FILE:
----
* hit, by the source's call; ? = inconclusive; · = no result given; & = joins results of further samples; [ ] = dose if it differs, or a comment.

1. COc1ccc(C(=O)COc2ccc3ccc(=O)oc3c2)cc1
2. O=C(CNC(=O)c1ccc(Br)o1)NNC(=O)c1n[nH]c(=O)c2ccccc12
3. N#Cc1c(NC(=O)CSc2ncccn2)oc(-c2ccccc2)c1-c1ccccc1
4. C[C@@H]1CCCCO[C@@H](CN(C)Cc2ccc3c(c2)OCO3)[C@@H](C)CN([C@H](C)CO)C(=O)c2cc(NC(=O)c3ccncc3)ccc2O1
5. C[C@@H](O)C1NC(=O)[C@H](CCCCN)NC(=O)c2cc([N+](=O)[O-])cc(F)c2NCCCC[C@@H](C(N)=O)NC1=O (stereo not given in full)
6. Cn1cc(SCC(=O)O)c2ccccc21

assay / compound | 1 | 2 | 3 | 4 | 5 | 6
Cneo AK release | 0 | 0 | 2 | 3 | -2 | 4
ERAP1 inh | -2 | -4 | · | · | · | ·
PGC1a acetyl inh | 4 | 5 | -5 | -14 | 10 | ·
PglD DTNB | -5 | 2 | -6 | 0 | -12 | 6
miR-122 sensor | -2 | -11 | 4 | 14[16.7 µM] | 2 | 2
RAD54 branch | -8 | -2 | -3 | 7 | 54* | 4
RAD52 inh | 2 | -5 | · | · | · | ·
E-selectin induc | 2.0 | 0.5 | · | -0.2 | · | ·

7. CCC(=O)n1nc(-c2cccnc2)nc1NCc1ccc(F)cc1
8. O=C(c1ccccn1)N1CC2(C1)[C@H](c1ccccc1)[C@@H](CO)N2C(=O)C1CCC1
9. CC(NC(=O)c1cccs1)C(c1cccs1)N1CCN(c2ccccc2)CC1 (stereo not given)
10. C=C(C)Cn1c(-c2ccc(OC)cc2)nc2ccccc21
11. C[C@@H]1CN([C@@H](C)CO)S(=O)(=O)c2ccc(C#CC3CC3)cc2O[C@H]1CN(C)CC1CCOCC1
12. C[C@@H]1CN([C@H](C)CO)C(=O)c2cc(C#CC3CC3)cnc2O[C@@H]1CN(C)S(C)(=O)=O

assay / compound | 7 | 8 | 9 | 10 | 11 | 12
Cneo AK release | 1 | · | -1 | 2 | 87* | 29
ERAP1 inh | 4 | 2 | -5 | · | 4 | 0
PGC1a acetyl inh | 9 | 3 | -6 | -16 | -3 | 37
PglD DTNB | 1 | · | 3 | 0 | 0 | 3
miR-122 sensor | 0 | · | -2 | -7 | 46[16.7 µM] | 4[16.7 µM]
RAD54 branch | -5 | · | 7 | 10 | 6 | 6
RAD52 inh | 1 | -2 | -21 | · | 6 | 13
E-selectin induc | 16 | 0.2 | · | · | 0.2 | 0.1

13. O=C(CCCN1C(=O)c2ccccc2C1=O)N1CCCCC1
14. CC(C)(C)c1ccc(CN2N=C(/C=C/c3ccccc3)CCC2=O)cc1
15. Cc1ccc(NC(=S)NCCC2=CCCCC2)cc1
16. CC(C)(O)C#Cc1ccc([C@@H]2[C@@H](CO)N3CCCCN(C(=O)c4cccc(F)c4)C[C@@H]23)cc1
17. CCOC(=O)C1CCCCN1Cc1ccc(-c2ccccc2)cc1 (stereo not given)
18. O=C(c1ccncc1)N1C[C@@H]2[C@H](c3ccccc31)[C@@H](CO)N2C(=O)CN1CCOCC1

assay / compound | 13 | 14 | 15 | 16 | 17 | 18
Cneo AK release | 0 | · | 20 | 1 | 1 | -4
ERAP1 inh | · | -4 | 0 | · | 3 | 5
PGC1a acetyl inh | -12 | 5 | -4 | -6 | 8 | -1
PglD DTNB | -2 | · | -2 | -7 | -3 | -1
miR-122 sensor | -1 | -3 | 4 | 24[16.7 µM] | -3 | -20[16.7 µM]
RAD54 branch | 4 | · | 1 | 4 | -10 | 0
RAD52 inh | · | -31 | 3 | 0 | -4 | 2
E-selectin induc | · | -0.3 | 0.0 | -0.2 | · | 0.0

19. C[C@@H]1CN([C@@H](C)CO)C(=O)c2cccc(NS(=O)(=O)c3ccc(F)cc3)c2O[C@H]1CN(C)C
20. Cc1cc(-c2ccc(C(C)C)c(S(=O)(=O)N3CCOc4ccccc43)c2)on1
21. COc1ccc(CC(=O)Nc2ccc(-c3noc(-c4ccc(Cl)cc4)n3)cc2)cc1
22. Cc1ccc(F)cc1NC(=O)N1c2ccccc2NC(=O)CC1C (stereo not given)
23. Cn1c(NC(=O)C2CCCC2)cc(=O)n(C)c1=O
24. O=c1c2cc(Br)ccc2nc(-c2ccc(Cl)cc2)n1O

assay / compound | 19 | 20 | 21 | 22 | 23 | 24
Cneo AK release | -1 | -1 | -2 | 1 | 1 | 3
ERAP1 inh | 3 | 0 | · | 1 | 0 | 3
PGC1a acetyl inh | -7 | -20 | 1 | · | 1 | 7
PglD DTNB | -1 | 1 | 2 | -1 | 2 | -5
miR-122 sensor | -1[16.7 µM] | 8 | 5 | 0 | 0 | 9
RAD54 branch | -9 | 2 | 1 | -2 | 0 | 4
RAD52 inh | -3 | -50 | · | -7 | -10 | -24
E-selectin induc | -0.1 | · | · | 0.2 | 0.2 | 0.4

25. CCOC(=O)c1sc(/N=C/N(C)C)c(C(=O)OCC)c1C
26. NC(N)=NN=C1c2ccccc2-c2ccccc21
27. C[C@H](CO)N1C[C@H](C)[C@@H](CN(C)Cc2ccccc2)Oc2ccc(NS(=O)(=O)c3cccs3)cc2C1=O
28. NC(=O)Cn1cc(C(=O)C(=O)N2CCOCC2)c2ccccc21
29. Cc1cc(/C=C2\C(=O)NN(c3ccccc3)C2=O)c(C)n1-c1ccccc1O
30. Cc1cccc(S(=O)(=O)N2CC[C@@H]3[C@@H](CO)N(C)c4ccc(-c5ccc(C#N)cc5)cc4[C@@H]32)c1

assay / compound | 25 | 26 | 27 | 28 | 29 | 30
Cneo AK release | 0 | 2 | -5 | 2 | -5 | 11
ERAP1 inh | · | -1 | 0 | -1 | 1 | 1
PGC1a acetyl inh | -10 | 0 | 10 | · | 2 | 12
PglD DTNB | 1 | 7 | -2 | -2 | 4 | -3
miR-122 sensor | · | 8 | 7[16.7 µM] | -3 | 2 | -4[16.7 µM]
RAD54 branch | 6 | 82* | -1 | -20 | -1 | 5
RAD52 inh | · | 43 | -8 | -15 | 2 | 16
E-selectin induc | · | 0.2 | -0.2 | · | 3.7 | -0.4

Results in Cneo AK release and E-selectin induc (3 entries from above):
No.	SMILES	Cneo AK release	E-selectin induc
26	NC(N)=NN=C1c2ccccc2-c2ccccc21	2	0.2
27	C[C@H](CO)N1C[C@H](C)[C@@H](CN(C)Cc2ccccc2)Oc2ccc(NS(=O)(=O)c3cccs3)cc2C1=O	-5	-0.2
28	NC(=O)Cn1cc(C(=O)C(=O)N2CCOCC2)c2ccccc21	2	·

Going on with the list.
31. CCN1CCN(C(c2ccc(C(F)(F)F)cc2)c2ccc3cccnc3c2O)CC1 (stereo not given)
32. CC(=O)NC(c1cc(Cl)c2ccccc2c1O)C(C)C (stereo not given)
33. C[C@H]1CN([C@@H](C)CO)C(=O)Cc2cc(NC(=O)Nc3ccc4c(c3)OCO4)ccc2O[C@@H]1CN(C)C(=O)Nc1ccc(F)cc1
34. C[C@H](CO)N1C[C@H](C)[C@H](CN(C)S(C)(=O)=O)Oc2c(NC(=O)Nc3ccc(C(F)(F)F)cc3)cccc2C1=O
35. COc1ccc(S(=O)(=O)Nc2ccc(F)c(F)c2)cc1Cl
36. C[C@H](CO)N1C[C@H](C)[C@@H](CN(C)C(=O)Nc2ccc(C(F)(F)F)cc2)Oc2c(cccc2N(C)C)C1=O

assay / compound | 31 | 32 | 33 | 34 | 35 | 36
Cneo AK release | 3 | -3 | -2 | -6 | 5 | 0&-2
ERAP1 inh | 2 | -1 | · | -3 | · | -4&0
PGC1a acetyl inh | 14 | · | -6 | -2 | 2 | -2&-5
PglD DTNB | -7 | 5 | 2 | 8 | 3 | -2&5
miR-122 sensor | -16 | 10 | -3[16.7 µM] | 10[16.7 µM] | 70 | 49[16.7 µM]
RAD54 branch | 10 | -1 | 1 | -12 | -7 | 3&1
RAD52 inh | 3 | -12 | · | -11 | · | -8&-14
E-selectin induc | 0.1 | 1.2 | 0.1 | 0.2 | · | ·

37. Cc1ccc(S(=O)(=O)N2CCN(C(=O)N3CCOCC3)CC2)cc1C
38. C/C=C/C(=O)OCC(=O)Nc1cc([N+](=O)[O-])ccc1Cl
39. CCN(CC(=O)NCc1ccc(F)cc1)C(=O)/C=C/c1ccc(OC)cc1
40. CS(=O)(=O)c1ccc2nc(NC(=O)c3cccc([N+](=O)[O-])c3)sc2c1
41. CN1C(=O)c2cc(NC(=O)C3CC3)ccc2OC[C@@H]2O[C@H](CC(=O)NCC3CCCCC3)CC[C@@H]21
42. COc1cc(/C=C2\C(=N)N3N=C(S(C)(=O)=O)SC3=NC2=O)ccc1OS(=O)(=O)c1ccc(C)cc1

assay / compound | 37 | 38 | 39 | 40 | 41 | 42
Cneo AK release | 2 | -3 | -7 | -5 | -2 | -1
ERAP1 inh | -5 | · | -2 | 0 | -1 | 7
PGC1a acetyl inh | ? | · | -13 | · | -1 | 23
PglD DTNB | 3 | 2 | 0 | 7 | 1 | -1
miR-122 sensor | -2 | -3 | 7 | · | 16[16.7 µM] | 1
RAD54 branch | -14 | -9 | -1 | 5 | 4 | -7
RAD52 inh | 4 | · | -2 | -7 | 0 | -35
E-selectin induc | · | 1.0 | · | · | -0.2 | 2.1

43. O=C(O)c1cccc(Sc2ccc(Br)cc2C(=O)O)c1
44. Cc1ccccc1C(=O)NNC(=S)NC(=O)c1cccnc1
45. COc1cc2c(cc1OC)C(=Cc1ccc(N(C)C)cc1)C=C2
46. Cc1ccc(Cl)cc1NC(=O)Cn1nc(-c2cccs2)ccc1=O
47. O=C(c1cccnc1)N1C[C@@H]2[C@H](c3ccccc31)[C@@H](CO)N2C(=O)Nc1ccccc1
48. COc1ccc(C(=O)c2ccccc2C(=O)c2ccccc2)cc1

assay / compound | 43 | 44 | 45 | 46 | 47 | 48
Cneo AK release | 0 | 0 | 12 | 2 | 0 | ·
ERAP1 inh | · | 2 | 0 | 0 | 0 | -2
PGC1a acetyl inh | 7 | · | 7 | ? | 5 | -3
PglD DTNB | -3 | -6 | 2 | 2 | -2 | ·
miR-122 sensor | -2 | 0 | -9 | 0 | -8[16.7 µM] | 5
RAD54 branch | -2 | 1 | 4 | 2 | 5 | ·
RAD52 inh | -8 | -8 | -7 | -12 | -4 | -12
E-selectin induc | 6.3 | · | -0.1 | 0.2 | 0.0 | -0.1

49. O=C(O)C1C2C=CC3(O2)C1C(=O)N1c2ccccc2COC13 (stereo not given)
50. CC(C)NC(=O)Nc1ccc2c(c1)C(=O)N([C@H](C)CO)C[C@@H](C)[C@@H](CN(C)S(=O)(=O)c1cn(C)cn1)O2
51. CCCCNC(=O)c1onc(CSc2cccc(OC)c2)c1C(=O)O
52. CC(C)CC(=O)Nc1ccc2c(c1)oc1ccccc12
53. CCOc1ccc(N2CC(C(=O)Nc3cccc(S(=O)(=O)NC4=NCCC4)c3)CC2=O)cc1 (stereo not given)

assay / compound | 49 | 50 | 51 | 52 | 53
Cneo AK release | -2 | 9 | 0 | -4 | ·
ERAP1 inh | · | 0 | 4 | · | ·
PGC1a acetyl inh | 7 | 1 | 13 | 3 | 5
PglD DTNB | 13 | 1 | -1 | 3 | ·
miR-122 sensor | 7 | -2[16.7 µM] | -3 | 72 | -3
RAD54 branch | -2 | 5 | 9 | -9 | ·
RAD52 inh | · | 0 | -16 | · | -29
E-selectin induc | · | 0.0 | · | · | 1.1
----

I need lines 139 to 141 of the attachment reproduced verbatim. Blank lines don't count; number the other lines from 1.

RAD54 branch | -2 | 5 | 9 | -9 | ·
RAD52 inh | · | 0 | -16 | · | -29
E-selectin induc | · | 0.0 | · | · | 1.1